1. Always carry whisky
  2. If you want to explore, always cross the inner line
  3. Hide your own fear

Monday, June 2, 2008

the dragon using the elephant

My column for Lititz Record. I normally like to save this until it gets published back home but with things coming to head, I'd like to put out the information as soon as possible. Photo credit goes to the excellent Tenzin Dasel of Without further ado:

The March to Tibet has made a liar out of me. More specifically, the Uttarkhand fuzz has dithered longer than I expected and the standoff continues. I should know better. I'm in India and everything takes longer than you expect. For example, my first trip to the post office in Bombay to pick up a letter resulted in talking to 17 people in 9 different locations. Still, I did not think the standoff with the police could last this long. Our scout now estimates 1000 cops for 350 marchers in this boring little valley with little more than a chai shop in either direction. The police stay in a lousy campground without enough food and nothing to do besides drinking chai and scratching themselves. They have been using a strange mix of friendly requests to leave and underhanded tactics to cut off supply lines and smear the march to the local press and people. Even if they initially supported the march as I would guess most of them did, they probably hate it now just out of boredom and frustration. It's a tough situation because the goal of the march is not to make the Indian police look like bad guys. However, the bosses of the police have bowed to economic pressure from China to remove a thorn from their side. China keeps inviting the Tibetans to come home, confident that no one wants to enter the dragon's den but then they get India to do their dirty work and stop people who come to take them at their word. That's not right.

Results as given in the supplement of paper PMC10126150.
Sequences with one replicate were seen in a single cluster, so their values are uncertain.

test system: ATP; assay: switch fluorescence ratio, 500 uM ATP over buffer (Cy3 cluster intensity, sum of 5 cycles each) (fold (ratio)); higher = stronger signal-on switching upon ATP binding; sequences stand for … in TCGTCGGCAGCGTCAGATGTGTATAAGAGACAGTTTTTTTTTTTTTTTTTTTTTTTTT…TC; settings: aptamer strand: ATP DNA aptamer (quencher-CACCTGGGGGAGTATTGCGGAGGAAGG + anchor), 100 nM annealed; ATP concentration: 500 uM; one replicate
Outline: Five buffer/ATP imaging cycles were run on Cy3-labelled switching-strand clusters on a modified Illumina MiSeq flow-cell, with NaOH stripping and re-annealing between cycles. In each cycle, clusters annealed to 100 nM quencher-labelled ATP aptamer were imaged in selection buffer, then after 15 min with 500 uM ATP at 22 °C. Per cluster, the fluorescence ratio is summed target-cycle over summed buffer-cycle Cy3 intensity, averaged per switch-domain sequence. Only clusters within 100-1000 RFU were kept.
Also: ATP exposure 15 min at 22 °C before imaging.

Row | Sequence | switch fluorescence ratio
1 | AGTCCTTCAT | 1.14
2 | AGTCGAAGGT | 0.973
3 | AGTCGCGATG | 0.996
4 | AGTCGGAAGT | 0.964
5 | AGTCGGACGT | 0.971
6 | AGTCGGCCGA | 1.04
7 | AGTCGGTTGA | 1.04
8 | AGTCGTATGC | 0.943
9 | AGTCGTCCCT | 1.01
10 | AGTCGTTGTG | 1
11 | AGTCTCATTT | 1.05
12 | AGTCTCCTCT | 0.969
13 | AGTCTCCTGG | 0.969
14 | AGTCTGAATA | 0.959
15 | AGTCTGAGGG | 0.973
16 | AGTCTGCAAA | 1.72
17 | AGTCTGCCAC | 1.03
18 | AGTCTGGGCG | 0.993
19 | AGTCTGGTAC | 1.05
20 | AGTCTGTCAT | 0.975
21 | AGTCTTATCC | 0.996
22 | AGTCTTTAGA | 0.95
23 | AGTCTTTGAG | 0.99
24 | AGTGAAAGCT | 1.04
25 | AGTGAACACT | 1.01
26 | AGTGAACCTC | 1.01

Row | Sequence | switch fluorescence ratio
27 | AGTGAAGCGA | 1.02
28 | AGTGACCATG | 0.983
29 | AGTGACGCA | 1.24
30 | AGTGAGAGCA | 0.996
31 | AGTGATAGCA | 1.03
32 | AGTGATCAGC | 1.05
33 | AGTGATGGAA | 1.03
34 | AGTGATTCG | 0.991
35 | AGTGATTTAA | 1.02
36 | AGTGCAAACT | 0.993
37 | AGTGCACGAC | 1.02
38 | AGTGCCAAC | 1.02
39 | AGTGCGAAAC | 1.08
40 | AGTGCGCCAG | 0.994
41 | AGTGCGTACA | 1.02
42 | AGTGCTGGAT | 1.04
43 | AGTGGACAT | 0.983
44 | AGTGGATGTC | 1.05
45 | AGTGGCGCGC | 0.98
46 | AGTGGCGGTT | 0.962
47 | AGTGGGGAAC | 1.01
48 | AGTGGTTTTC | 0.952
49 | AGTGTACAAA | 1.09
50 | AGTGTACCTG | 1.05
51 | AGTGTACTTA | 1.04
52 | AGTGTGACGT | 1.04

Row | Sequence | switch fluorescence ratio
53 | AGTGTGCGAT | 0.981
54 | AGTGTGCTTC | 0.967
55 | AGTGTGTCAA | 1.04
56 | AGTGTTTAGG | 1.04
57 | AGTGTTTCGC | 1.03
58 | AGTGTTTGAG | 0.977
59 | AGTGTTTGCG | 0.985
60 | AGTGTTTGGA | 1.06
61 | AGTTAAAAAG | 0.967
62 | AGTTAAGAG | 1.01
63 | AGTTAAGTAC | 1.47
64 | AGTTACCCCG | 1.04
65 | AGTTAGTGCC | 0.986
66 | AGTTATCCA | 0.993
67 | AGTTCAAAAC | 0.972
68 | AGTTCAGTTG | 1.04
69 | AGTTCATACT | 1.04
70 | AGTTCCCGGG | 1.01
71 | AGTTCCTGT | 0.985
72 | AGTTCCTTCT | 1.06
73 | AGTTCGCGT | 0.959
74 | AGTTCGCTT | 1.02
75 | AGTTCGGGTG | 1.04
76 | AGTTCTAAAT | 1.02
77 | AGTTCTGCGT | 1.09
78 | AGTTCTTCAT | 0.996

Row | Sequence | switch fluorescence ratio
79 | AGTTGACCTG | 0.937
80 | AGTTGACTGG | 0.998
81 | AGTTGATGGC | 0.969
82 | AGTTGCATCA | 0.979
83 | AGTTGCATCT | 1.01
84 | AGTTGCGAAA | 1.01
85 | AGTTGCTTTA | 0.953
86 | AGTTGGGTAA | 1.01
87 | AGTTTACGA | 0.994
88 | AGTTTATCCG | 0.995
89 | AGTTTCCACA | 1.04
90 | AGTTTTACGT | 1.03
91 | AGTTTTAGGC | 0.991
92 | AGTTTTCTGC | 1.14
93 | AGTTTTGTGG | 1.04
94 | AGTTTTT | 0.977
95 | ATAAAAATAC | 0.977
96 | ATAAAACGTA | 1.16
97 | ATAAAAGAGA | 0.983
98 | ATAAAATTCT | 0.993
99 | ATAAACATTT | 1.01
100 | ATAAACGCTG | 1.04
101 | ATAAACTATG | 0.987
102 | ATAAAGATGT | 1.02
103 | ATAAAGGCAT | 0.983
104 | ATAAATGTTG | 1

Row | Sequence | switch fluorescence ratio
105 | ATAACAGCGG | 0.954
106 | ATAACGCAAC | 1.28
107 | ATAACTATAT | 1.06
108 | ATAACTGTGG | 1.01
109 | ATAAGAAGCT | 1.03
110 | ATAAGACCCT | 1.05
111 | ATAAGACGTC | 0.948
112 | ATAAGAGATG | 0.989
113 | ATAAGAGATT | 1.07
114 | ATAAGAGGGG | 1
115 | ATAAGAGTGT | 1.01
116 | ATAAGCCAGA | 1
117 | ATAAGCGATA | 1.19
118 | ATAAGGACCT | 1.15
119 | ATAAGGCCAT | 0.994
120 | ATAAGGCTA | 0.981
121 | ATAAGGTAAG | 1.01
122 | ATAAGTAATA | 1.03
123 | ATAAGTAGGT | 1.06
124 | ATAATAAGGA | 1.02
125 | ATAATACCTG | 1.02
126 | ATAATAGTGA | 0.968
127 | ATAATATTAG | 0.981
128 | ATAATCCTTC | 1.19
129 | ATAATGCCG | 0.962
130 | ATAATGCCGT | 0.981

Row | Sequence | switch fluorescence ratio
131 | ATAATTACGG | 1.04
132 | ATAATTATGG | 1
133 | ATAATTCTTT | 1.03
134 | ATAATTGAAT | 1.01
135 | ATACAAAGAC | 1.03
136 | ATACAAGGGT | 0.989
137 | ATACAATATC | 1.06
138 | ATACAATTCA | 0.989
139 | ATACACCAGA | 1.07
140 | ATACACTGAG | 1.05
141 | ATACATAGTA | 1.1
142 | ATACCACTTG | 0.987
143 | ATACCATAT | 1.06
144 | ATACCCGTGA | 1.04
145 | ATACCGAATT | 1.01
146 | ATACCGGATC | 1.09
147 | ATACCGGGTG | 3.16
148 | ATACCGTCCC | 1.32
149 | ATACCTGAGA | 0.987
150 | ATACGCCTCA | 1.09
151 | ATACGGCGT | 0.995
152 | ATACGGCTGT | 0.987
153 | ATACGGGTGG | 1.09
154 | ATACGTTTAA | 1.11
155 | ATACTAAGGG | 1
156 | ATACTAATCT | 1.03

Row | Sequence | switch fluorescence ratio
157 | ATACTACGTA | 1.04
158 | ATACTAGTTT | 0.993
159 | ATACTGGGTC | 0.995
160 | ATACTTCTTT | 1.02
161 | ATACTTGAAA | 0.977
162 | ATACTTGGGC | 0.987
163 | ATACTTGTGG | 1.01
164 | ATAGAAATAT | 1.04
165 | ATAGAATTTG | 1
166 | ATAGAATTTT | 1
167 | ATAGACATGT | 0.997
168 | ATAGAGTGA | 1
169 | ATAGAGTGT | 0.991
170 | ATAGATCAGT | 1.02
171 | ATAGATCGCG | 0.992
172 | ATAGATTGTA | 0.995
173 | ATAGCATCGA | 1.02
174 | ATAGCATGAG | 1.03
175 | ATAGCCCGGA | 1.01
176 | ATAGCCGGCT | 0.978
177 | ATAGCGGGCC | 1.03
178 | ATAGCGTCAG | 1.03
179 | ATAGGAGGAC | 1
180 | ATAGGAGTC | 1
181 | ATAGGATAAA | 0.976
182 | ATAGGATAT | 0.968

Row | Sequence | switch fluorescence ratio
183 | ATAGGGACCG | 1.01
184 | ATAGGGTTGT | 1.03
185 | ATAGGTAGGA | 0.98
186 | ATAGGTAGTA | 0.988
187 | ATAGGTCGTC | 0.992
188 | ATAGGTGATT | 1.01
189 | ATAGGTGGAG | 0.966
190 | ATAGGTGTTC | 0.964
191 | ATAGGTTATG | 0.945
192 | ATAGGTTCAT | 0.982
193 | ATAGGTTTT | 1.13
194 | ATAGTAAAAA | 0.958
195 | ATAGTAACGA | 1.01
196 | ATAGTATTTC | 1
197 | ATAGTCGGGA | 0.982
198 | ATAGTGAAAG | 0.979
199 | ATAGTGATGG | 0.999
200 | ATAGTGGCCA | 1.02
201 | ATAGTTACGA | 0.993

Nasty tricks have been on the rise since the other foreigners and I got our "Quit India" notices. The District Magistrate of the state of Uttarakhand invited the presidents of the 5 NGO’s to a meeting to continue the endless rounds of negotiations with the authorities. When the presidents showed up for the meeting, the police took them to jail where they currently remain. That same day, the police confinscated almost all of the march support vehicles including the three big trucks for the kitchen crew and luggage transportation. They have been hassling the people buying food but the international headlines stating the police have been starving the march overstates the case.

I’m hiding out with the media team in a town not too far away so I get to hear all of the breaking news. Unfortunately, there’s no cell phone coverage at the campsite where the march has been stuck for over a week. Instead, they station a scout on top of the hill to get out information for the press releases. From this vantage point, he recently saw a khaki wave of policemen fill the road, marching toward the camp. When the marchers saw all of the police activity, they hurried across a small river to sit in the grass, arms locked tightly to each other while they sang prayers and listened to speeches from the leaders not yet in the klink. The police lined up along the road, arms folded on their chests ominously. They stood there staring for an hour before slowly returning to their campsite a kilometer up the road. The event repeated the next day with the same result. Yesterday, more buses and trucks rumbled past the campsite with reinforcements including another bus load of policewomen. Only women are allowed to touch the female protesters. Most of the female cops wear the conventional khaki uniform but some wear a rather odd looking khaki sari. It's not a flattering outfit but I tried to catch a few eyes when they took me away for questioning last week. Not surprisingly, no luck.